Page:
Intel agencies want to make the most controversial foreign surveillance rule permanent

Intel agencies want to make the most controversial foreign surveillance rule permanent

Coats said "it remains infeasible to generate an exact, accurate, meaningful, and responsive methodology that can count how often a US person's communications may be collected" under the law known as Section 702 of the Foreign Intelligence Surveillance Act.

The law, set to expire at the end of the year, has been criticized repeatedly by privacy advocates who say it allows for the data of millions of USA citizens to be swept up in government surveillance.

Director of National Intelligence Daniel Coats (2nd-R) testifies as he appears alongside acting FBI Director Andrew McCabe (L), Deputy Attorney General Rod Rosenstein (2nd-L) and National Security Agency Director Michael Rogers (R) at a Senate Intelligence Committee hearing on the Foreign Intelligence Surveillance Act (FISA) in Washington, U.S., June 7, 2017.

A bloc of conservative senators support that move, setting the stage for what is likely to be a contentious debate with a bipartisan group of lawmakers in the House of Representatives who want transparency and oversight reforms to Section 702 and a limit on searches of U.S. communications.

Republican senators said Section 702 is used for counterterrorism purposes and "is one of the most effective tools available to the intelligence community" to fight threats against the United States.

NSA chief Mike Rogers said he's never been directed to do anything illegal or immoral.

"We can not allow adversaries overseas to cloak themselves in the legal protections we extend to Americans", White House Homeland Security Adviser Tom Bossert wrote in an editorial published in the New York Times newspaper on Wednesday.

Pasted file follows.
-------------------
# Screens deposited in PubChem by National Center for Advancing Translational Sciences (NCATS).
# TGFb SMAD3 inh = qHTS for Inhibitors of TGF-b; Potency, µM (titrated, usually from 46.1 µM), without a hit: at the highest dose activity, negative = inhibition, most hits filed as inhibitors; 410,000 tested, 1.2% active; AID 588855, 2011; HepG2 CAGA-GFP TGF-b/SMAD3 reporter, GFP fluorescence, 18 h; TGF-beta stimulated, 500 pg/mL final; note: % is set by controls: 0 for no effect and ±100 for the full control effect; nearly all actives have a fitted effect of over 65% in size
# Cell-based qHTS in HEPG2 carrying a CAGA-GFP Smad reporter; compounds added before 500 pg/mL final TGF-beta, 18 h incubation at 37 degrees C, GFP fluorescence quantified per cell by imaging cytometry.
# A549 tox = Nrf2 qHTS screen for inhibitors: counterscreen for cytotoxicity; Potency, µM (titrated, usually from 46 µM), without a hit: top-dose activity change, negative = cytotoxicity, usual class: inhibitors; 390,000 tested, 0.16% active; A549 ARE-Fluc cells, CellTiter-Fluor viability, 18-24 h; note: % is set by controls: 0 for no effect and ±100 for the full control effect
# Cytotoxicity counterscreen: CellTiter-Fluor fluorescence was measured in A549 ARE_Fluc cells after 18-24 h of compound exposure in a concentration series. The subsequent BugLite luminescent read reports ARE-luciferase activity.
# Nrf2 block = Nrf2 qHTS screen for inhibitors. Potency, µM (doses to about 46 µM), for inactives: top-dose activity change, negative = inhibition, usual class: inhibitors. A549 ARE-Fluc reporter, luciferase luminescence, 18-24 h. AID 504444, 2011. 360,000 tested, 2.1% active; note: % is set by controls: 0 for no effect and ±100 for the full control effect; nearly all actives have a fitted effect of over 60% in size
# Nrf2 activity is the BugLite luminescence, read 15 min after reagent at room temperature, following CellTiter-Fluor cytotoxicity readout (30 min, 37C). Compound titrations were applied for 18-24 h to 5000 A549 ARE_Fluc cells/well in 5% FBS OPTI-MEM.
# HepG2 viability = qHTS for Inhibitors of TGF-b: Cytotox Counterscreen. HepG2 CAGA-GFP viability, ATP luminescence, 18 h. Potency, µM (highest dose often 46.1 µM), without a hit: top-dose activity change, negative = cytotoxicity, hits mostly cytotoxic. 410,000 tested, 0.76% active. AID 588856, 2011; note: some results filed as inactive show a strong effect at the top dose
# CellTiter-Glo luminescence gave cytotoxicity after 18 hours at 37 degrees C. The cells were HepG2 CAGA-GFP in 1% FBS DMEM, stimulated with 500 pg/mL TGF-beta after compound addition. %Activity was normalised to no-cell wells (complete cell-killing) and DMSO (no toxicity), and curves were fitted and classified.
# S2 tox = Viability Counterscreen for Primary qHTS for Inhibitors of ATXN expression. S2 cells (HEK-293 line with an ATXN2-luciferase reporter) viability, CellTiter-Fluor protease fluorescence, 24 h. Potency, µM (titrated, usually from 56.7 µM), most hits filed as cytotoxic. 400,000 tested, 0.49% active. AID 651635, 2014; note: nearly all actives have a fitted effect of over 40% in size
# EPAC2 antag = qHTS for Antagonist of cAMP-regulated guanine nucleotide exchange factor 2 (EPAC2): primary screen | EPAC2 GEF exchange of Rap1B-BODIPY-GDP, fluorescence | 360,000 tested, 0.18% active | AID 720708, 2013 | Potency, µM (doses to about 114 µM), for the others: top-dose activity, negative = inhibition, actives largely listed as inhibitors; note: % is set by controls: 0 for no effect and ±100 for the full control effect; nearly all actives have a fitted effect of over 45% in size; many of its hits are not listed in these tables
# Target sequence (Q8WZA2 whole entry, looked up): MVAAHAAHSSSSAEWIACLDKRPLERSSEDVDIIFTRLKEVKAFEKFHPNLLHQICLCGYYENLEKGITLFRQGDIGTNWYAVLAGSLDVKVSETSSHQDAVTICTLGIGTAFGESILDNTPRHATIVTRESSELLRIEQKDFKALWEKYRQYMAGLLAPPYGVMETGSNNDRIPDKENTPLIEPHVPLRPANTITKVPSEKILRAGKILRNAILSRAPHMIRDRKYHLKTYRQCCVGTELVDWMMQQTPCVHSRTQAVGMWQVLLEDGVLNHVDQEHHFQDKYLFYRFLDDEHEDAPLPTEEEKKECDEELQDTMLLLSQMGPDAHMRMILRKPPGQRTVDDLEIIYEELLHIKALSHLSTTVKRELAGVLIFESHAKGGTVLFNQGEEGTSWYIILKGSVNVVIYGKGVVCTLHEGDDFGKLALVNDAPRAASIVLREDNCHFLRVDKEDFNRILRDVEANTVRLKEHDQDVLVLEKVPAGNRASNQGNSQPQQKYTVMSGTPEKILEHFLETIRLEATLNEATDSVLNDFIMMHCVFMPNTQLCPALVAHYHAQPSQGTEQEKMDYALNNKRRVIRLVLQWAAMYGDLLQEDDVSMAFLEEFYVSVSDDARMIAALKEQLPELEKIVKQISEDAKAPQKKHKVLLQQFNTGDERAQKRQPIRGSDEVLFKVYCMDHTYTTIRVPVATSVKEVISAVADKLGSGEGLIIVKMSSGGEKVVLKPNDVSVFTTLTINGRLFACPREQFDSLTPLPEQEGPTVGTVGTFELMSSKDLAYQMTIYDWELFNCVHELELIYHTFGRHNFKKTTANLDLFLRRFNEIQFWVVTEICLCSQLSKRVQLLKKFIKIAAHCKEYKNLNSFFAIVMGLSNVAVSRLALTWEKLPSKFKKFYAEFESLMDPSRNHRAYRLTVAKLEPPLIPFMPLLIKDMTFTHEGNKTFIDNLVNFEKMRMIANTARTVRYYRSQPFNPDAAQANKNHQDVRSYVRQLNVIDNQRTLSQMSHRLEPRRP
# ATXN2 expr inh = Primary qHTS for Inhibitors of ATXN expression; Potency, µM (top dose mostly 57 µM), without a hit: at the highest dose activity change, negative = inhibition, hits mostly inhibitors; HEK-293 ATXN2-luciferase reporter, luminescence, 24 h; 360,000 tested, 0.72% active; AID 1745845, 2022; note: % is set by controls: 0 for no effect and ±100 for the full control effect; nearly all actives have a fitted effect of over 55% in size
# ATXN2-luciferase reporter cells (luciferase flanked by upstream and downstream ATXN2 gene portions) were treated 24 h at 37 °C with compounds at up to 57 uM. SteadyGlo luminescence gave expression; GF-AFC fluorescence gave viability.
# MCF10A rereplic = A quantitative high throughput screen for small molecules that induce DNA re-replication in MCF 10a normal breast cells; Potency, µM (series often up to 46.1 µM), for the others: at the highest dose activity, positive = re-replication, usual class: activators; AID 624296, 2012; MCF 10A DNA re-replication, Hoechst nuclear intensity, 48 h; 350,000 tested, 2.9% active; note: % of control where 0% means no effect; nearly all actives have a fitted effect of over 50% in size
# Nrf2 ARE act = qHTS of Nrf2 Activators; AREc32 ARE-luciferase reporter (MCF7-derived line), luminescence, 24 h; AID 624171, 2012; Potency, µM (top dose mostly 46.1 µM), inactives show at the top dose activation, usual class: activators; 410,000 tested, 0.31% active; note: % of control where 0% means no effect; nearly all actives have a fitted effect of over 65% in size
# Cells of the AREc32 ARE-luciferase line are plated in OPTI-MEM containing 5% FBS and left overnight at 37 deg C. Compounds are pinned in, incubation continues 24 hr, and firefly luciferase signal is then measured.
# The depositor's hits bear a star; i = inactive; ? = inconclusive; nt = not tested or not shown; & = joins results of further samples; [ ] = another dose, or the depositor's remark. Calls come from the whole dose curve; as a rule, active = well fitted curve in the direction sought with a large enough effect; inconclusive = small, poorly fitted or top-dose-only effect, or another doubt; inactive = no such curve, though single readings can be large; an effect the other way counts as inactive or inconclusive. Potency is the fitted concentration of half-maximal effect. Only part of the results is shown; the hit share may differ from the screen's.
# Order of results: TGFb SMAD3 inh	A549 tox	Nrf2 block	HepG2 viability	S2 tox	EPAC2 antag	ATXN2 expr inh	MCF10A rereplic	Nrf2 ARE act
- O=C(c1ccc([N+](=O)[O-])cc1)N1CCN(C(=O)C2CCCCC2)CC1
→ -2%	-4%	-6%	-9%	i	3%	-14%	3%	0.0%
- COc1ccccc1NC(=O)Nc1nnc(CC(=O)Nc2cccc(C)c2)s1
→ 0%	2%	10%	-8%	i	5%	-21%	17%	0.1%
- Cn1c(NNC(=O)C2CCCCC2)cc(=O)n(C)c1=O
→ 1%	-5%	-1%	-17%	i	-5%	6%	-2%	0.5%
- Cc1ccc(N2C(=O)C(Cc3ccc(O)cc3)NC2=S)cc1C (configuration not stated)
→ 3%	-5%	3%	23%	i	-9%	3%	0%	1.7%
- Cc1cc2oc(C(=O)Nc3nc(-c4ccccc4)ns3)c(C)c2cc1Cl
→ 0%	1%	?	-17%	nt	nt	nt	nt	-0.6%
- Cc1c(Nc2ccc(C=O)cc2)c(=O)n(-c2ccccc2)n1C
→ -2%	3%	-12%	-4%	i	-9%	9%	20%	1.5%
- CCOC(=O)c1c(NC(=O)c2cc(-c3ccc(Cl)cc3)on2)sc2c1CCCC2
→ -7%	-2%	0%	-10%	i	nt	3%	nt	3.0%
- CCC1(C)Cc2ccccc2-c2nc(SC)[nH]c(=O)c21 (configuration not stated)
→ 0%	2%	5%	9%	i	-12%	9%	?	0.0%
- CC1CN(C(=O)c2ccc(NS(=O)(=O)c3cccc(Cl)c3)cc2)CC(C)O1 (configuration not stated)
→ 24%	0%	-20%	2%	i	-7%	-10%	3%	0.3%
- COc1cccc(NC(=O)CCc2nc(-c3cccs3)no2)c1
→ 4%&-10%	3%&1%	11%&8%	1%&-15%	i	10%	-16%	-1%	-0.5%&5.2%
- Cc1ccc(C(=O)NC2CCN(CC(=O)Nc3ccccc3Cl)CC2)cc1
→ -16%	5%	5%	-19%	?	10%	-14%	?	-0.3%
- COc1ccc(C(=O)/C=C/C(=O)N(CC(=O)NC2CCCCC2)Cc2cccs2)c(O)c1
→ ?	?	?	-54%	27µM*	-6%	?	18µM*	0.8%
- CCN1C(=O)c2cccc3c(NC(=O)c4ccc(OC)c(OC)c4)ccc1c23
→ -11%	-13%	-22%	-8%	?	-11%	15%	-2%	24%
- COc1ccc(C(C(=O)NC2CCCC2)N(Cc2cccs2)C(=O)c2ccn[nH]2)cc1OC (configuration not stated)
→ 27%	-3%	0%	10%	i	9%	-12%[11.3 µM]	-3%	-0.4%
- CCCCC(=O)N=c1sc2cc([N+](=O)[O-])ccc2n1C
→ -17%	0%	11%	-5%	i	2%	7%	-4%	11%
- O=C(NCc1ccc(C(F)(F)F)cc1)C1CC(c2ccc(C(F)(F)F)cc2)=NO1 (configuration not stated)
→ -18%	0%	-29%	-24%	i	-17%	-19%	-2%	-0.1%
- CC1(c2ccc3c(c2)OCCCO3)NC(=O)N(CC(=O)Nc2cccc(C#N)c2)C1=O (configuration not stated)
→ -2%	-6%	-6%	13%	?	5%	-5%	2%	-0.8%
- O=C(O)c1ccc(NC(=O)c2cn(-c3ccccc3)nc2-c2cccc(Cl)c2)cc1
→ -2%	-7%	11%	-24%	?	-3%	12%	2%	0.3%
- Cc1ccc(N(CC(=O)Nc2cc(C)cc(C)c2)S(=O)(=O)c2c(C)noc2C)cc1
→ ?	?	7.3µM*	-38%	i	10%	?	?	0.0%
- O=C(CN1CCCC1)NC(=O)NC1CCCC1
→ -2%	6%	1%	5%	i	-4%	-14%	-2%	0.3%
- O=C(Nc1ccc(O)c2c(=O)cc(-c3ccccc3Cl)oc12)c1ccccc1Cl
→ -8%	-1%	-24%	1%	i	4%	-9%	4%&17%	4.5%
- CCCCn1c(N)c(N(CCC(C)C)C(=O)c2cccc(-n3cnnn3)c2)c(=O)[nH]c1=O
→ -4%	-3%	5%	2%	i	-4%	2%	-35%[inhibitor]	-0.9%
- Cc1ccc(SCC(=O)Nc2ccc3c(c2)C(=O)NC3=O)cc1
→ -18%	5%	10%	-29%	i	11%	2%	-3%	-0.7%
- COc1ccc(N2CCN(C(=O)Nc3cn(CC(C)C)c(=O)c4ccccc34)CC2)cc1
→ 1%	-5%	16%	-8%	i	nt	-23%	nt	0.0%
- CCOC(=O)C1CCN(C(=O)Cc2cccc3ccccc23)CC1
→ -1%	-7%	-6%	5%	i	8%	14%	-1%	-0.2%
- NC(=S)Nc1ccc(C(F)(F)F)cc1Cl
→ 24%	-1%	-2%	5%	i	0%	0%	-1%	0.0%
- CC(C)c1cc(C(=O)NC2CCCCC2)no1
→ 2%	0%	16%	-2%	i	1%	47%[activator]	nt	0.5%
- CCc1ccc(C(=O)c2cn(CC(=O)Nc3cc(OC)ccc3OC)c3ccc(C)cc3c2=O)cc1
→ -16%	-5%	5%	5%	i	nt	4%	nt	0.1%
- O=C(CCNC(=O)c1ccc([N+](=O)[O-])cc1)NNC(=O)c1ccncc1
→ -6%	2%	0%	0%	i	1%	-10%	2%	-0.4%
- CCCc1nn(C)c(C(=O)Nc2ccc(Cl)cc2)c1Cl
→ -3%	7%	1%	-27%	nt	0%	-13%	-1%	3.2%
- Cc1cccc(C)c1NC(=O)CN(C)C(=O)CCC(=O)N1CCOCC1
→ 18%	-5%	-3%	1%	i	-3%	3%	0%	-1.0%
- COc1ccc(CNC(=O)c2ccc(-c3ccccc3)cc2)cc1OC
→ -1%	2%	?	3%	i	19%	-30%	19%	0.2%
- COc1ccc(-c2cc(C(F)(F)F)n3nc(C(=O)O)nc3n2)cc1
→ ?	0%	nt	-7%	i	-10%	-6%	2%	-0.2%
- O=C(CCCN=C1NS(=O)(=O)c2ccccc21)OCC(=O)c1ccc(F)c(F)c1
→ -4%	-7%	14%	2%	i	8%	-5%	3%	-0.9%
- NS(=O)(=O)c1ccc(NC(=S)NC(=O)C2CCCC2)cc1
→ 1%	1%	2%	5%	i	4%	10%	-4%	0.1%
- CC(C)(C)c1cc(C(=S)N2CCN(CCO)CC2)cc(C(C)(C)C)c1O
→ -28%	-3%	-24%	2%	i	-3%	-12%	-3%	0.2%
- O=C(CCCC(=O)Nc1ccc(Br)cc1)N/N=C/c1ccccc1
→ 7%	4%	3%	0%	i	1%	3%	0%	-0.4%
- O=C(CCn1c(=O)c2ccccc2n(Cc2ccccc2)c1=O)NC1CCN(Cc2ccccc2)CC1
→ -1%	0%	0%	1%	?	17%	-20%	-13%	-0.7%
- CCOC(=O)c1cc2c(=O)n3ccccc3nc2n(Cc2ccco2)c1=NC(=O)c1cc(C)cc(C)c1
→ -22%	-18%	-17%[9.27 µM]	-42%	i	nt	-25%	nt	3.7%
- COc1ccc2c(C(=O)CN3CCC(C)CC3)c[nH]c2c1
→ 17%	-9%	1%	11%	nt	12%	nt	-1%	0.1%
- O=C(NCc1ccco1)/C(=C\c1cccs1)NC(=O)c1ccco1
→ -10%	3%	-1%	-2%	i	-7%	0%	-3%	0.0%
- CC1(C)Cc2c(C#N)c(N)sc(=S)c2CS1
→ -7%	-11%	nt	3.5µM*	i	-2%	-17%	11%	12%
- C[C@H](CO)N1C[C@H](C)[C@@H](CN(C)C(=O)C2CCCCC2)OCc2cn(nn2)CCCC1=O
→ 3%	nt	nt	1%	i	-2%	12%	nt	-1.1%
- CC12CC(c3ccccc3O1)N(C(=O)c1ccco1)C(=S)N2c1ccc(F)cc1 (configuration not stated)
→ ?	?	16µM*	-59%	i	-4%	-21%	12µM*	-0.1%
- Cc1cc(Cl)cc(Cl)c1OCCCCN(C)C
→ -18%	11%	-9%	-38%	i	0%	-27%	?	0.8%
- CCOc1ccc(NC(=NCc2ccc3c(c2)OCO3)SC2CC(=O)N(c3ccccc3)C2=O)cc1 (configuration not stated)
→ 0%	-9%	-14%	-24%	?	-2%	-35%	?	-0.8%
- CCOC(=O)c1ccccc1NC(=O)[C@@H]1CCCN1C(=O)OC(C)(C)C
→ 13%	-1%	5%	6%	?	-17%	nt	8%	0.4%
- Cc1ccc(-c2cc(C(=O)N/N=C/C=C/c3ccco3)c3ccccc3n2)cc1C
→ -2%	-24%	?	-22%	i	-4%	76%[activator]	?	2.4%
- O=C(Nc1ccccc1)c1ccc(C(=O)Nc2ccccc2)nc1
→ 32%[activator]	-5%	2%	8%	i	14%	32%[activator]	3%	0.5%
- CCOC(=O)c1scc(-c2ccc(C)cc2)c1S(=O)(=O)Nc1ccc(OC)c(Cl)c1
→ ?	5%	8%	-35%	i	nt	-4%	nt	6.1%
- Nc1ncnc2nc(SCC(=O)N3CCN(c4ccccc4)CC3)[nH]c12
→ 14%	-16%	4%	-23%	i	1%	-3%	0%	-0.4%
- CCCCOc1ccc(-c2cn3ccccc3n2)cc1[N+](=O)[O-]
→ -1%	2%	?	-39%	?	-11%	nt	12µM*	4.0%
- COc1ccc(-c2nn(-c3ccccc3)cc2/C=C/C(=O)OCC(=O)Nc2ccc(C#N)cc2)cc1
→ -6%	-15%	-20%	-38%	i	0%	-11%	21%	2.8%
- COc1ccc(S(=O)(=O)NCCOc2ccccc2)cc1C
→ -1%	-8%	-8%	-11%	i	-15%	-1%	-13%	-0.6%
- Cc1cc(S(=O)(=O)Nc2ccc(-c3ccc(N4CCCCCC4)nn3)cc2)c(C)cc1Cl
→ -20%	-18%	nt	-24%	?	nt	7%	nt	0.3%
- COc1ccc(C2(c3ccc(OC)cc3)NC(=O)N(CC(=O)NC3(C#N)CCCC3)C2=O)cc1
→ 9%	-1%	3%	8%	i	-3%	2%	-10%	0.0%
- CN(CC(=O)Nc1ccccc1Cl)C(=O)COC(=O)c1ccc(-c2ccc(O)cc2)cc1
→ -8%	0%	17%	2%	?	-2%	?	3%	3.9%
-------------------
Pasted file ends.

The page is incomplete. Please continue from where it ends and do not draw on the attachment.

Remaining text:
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"The NSA has made Herculean, extensive efforts to devise a counting strategy that would be accurate", Dan Coats, a career Republican politician appointed by Republican President Donald Trump as the top US intelligence official, testified to a Senate panel on Wednesday.

Arkansas Sen. Tom Cotton and more than a dozen Republican senators, including Intelligence Chairman Richard Burr, introduced a bill Tuesday that would permanently authorize Section 702.

This morning at 10:00 ET we are liveblogging the Senate Intelligence Committee's hearing on Section 702, the provision of the Foreign Intelligence Surveillance Act set to sunset at the end of this year.

Coats and other officials had previously told Congress they would attempt to share an estimate publicly before the statute expires.

Wyden grilled Coats over the privacy of American citizens, alleging that Coats went back on a promise to provide a number for how many law-abiding citizens got caught up in intelligence collection.

Meanwhile, Thomas P. Bossert, homeland security and counterterrorism adviser to President Donald Trump, wrote an op-ed for the New York Times published Wednesday stressing the need to make the law permanent.

Privacy advocates criticized the push to make Section 702 permanent, arguing that regular reviews of the law were necessary to conduct appropriate oversight and prevent potential abuses.

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